Thursday, April 03, 2008

UFOs & Municipal politics

What happens when small town municipal politics and UFOs meet?

In 1997, in the city of Horseshoe Bend (pop. 2,271), Arkansas, Ruth Parks was elected the city recorder / treasurer, where she served with Mayor Robert Spear, who was elected to a four year term in January 1999. While the relationship between the two elected officials began well, a rift developed after a dispute over the city's contract for ambulance services. Parks expressed disagreement with the mayor on other policy issues, as well.

Shortly after the ambulance service disagreement, one of Spear's friends, David Perkins, began to drive by Parks's home at a high rate of speed, honking his horn. Parks believed that Spear had directed Perkins to undertake this annoying practice, and reported the incidents to Spear and Police Chief Fred Mitchell. Mitchell had Parks file an affidavit in support of an arrest warrant for Perkins, and Perkins was arrested for harassment. The state court entered a no contact order prohibiting Perkins from continuing the conduct. Nonetheless, Perkins continued to drive past Parks's home, honking his horn.

Perkins was tried in state court on the harassment charge; the state court also considered whether Perkins violated the no contact order. At trial, Parks and her husband, Arlon Parks, testified. During cross examination, Parks was asked if she believed in unidentified flying objects (UFOs), whether she had ever seen a UFO, and whether she had been abducted by a UFO. She testified that she believed in UFOs, and had seen them in the past. She stated she had never been abducted by aliens. The defense attorney asked Mr. Parks similar questions. Mr. Parks testified he believed in UFOs, but had never seen one. He denied he had been abducted by aliens, but stated his wife had been abducted by aliens, commenting that she had scars to prove it.

The trial court found Perkins not guilty of harassment, but concluded Perkins had violated the no contact order and held Perkins in contempt of court.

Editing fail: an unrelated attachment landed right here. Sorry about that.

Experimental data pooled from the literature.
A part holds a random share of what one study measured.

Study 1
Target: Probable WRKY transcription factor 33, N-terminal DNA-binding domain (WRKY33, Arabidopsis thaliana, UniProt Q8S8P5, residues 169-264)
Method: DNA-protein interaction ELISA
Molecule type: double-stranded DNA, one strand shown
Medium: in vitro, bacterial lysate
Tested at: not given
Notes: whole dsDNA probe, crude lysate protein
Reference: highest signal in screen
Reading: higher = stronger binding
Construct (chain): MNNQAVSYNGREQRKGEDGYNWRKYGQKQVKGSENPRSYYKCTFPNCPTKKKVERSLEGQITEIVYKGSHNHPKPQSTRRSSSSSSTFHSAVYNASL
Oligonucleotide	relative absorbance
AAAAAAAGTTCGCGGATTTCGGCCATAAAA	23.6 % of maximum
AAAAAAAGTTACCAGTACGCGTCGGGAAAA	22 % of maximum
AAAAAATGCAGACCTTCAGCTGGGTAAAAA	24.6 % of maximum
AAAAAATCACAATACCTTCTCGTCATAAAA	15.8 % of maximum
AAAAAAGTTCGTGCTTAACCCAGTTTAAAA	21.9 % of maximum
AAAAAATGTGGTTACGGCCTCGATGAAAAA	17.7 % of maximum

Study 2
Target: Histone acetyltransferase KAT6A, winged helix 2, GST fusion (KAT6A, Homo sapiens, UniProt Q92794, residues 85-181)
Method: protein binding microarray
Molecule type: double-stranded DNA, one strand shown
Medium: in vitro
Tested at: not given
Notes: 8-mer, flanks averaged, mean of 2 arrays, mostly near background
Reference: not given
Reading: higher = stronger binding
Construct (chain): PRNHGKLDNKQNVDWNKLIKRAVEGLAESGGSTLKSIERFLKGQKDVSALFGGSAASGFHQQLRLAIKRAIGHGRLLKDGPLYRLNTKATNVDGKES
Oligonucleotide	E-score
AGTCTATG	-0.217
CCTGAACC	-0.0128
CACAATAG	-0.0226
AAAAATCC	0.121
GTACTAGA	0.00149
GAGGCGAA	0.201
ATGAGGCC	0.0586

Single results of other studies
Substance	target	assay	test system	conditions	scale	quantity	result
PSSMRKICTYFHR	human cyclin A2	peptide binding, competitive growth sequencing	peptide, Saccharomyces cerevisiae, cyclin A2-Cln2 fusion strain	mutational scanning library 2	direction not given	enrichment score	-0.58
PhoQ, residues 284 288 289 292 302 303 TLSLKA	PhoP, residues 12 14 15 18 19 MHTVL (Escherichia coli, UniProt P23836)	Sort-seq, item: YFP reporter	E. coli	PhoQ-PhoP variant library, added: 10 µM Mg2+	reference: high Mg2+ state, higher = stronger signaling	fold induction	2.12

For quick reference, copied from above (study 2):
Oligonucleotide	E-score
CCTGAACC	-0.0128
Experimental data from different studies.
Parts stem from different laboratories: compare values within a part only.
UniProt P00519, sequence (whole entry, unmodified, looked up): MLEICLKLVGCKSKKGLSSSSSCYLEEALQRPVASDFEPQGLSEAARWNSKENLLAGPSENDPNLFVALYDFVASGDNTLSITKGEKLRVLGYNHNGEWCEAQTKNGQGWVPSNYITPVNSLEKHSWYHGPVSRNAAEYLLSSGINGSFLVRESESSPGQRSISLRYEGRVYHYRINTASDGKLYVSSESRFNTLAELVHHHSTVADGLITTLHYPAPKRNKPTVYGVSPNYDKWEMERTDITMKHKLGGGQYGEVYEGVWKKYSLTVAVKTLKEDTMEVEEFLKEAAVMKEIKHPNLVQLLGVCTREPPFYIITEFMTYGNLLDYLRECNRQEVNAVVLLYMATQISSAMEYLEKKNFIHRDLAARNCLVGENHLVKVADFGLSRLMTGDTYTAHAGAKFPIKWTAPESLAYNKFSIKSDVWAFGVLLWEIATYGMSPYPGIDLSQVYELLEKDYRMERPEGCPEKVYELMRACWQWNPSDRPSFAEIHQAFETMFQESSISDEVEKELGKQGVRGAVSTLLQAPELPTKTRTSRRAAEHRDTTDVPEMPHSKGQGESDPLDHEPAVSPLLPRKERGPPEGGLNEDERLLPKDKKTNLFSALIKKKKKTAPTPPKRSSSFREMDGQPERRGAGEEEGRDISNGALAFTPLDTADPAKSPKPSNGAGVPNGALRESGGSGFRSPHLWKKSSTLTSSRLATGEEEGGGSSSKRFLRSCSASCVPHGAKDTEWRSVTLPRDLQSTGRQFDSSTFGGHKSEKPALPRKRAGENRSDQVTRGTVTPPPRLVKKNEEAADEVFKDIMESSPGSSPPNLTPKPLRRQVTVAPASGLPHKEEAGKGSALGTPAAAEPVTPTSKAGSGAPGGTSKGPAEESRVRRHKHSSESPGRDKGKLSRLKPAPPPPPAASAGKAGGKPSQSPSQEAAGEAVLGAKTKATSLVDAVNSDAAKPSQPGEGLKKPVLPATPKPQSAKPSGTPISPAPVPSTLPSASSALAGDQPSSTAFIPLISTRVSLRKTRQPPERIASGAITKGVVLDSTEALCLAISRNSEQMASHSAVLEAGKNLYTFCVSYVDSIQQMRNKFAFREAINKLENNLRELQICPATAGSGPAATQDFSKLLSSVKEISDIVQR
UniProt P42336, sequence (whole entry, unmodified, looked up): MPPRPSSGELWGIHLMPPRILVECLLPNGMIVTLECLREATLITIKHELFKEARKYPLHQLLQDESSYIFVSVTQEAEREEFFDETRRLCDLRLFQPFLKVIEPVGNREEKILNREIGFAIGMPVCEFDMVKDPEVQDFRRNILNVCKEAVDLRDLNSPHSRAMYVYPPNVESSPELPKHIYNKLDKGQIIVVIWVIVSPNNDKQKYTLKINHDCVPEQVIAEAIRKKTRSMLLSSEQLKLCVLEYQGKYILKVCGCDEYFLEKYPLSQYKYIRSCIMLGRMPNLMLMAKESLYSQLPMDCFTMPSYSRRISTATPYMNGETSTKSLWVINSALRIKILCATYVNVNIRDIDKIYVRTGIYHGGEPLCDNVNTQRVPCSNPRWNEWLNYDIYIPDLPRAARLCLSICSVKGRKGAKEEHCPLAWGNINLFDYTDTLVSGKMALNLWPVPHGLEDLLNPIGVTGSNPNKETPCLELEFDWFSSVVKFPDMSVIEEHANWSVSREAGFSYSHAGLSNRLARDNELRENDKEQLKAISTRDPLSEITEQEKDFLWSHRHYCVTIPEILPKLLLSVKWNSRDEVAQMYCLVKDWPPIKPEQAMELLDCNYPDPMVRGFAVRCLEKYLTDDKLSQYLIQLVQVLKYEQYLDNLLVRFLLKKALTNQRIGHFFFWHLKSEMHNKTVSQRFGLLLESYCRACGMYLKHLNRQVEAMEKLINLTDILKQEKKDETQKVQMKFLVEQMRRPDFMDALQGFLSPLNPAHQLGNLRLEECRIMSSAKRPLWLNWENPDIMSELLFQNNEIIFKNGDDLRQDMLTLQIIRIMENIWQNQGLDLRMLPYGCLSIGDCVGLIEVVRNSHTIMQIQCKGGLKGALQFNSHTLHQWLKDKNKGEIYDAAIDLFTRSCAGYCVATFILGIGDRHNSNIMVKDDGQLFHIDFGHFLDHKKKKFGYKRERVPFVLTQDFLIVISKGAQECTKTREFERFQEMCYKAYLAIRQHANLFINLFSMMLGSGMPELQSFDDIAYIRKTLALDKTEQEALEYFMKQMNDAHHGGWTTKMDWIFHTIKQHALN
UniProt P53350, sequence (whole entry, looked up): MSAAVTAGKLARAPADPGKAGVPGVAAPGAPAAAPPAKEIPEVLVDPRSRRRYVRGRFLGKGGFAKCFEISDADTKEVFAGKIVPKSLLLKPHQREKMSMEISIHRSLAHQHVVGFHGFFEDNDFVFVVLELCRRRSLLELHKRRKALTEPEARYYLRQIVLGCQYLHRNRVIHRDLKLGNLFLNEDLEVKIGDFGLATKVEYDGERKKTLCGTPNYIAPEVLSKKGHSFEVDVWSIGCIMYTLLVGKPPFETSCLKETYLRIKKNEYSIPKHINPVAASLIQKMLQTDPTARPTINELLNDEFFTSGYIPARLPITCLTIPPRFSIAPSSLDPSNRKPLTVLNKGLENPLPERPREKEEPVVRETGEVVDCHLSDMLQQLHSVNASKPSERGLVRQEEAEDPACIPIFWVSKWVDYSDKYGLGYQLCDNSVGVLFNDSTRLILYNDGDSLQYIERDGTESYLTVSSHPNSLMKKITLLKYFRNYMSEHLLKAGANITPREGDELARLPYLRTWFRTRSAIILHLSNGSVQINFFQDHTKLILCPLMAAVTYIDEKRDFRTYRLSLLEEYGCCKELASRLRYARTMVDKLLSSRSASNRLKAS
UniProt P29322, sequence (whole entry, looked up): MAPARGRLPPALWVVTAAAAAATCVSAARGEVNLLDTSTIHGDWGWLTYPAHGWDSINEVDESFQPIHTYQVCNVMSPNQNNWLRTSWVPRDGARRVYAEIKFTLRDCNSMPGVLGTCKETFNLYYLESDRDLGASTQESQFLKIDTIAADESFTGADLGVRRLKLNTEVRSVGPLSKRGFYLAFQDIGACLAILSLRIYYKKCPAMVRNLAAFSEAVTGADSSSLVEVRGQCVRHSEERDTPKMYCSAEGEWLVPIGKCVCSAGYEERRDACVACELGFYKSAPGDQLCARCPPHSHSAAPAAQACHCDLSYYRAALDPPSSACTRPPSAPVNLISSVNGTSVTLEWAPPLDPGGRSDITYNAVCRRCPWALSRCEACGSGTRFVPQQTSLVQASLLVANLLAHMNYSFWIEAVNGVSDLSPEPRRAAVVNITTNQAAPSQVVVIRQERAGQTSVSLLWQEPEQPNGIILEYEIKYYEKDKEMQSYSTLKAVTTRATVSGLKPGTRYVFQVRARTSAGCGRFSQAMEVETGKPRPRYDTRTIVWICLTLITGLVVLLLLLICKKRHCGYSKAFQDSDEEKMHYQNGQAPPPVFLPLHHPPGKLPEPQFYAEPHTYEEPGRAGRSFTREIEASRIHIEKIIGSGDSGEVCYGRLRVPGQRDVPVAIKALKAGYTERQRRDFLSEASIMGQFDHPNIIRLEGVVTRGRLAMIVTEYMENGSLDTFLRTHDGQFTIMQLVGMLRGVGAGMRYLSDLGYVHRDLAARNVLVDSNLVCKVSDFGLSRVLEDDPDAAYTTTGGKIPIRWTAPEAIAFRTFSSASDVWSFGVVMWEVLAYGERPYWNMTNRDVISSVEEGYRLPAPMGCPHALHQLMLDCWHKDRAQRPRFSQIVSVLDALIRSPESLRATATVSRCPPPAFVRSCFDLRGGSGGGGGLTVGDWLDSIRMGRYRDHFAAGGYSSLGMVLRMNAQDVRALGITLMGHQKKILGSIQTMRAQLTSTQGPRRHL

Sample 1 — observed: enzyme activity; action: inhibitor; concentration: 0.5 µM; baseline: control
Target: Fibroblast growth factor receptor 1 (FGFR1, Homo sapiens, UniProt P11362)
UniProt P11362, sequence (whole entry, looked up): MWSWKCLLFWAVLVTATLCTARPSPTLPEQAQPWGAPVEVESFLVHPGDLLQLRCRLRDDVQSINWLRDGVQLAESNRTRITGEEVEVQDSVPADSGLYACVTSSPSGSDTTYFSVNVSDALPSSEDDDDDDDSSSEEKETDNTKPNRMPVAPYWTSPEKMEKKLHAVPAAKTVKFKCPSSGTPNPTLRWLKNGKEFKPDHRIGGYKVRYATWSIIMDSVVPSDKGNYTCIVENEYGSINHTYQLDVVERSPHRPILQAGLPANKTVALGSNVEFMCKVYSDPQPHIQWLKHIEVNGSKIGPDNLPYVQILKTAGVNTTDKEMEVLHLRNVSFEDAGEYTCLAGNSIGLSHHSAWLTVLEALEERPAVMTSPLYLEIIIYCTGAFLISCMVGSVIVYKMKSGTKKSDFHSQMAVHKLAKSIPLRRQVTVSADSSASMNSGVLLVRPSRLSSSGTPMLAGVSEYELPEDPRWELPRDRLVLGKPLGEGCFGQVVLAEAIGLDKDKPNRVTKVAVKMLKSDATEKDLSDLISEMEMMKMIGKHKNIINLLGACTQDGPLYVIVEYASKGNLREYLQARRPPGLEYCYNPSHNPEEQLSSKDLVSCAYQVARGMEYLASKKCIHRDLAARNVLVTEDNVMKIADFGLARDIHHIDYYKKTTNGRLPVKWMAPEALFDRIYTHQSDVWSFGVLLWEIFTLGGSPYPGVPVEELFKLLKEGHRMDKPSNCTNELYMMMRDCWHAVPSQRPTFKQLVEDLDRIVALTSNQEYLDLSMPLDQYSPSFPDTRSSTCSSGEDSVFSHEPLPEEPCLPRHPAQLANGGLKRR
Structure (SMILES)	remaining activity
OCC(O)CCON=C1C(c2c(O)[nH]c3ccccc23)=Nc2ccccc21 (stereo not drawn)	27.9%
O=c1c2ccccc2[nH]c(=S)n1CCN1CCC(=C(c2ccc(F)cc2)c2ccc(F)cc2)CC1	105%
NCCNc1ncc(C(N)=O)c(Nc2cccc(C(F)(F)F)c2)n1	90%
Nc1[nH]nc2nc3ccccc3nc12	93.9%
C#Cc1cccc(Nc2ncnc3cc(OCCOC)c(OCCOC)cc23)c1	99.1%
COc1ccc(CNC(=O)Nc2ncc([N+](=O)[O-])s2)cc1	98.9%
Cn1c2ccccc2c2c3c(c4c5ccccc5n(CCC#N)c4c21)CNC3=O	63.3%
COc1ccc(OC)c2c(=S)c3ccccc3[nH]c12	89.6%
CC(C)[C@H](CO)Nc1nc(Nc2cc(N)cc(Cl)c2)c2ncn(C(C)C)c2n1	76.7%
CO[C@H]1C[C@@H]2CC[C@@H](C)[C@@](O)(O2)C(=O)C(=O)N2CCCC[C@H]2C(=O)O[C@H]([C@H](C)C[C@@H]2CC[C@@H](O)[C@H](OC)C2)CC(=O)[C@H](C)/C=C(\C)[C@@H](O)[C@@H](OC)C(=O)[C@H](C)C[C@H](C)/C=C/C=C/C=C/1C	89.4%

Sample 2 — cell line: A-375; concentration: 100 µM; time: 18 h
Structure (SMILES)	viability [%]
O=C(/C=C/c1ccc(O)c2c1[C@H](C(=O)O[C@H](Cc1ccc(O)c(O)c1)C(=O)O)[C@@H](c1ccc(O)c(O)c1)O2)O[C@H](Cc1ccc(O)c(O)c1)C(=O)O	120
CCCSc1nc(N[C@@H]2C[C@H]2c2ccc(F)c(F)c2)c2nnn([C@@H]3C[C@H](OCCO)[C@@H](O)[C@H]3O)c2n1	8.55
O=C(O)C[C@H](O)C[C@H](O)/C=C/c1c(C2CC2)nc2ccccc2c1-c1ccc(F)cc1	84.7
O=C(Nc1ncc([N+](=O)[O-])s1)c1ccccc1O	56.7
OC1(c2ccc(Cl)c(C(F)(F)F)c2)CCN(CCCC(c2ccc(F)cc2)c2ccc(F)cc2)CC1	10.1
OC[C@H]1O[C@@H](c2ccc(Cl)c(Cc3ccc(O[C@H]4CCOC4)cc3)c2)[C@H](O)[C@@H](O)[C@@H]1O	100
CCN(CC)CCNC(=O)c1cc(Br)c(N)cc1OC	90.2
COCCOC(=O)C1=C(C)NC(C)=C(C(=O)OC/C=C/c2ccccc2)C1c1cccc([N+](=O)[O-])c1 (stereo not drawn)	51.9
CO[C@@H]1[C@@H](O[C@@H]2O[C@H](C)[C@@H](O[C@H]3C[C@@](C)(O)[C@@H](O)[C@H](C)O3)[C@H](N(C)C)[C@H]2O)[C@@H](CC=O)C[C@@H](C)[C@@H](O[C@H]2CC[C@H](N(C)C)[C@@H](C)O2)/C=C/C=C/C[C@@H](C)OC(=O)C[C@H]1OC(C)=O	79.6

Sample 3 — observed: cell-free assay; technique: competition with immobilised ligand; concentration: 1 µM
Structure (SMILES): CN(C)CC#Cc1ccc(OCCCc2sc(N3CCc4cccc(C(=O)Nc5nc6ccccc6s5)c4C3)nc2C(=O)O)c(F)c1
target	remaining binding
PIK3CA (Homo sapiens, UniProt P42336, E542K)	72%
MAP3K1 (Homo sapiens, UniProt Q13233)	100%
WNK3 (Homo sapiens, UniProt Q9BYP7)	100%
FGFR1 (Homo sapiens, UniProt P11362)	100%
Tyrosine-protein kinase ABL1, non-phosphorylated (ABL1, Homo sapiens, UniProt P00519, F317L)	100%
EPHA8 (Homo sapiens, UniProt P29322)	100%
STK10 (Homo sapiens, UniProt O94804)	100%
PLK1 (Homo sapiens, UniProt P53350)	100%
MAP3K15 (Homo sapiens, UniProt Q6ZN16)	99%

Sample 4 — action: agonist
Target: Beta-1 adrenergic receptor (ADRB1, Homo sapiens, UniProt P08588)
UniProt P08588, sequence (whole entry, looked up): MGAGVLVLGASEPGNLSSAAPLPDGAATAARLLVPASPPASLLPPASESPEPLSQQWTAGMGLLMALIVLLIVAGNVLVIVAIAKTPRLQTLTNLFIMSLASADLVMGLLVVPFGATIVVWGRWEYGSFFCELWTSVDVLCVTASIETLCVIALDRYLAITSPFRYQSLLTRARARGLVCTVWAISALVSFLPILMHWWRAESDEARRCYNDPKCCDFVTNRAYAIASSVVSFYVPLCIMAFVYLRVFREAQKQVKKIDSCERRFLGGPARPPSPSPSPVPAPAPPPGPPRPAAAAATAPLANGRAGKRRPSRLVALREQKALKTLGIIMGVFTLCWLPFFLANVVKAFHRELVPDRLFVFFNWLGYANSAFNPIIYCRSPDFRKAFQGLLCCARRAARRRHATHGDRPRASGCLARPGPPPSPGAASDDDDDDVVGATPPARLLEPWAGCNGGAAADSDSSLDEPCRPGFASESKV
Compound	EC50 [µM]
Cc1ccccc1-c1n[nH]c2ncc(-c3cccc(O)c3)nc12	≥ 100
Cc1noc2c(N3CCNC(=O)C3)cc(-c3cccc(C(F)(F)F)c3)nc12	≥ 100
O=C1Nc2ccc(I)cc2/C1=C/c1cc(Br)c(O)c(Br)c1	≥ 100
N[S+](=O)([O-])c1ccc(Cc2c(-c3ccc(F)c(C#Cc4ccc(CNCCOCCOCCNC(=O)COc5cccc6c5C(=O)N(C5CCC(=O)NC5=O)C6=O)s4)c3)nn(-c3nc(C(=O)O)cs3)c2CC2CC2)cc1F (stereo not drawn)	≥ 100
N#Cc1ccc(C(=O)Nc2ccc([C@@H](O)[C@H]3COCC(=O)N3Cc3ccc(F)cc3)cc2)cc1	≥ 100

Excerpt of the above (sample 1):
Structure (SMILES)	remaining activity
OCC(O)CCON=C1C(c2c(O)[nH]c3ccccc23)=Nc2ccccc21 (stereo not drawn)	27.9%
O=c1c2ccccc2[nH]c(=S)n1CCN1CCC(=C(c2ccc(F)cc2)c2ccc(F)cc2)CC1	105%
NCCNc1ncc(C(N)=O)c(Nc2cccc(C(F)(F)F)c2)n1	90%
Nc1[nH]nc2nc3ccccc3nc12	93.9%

The local newspaper, The News, reported on the Perkins trial. Janice Fae Mitchell, the wife of Police Chief Mitchell and a member of The News staff, authored an article about the Perkins trial that was published in the The News. In the article, Ms. Mitchell recounted the testimony regarding UFOs. Specifically, the article noted that both Ruth and Arlon Parks testified that they believe in UFOs and had seen them in the past. It said they each denied having been abducted by aliens, but noted Mr. Parks's testimony that he believed his wife had been abducted by aliens.

Parks sued. She didn't challenge the accuracy of the article's account of the UFO testimony, but instead claimed the article, and others written by Ms. Mitchell about the Perkins controversy, were defamatory and designed to make her look foolish.

During the Perkins controversy, The News published a letter to the editor written by Parks. Underneath the letter, The News ran a cartoon lampooning Parks. Parks alleged the cartoon, which was published without attribution, was drawn by Police Chief Mitchell, although she never provided a factual basis for this assertion.

Subsequent to the Perkins controversy, Parks ran for re-election for recorder/ treasurer. Two candidates ran against her: Charles "Chuck" Simmons and Ann Shaw. Parks alleges Spear selected Simmons to run against her to silence her. Simmons, then the court clerk for the City of Horseshoe Bend, won the election, with Shaw receiving the second highest number of votes.

Parks filed a lawsuit in which she alleged that Spear, Simmons, the City and the Mitchells violated her constitutional rights by conspiring to prevent her re-election in retaliation for her vocal opposition to Mayor Spear. Parks claims the events described above were part of the alleged conspiracy.

The case was summarily dismissed, a decison upheld on appeal.

Only in America...

Paul Kimball


Anonymous said...

Seeing a ufo or believing some things about them, like in the Kucinich/reporter exchange during a primary debate, is now becoming what it must have been like to be black in the South (and elsewhere) during the 1930's. Which, then and now, since it's based on elemental ignorance of history and prejudice, is just basic bullshit.

Joseph Capp said...

I don't know who was right in that case, I wasn't there, but this is true of many witnesses to the unexplained. Taking a stand and what you are reporting, especially if it is detailed, has ended a job, career, a marriage and even a life. I am learning to practice caution even when I hear strange tales from witnesses these days.

Joe Capp
UFO Media Matters Post: "The Other Skinwaker Ranch: Contact"
Non-Commercial Blog

Anonymous said...

Seeing a ufo or believing some things about them, like in the Kucinich/reporter exchange during a primary debate, is now becoming what it must have been like to be black in the South (and elsewhere) during the 1930's.

This has to be one of the most ignorant comments I've ever seen on the internets. You fail.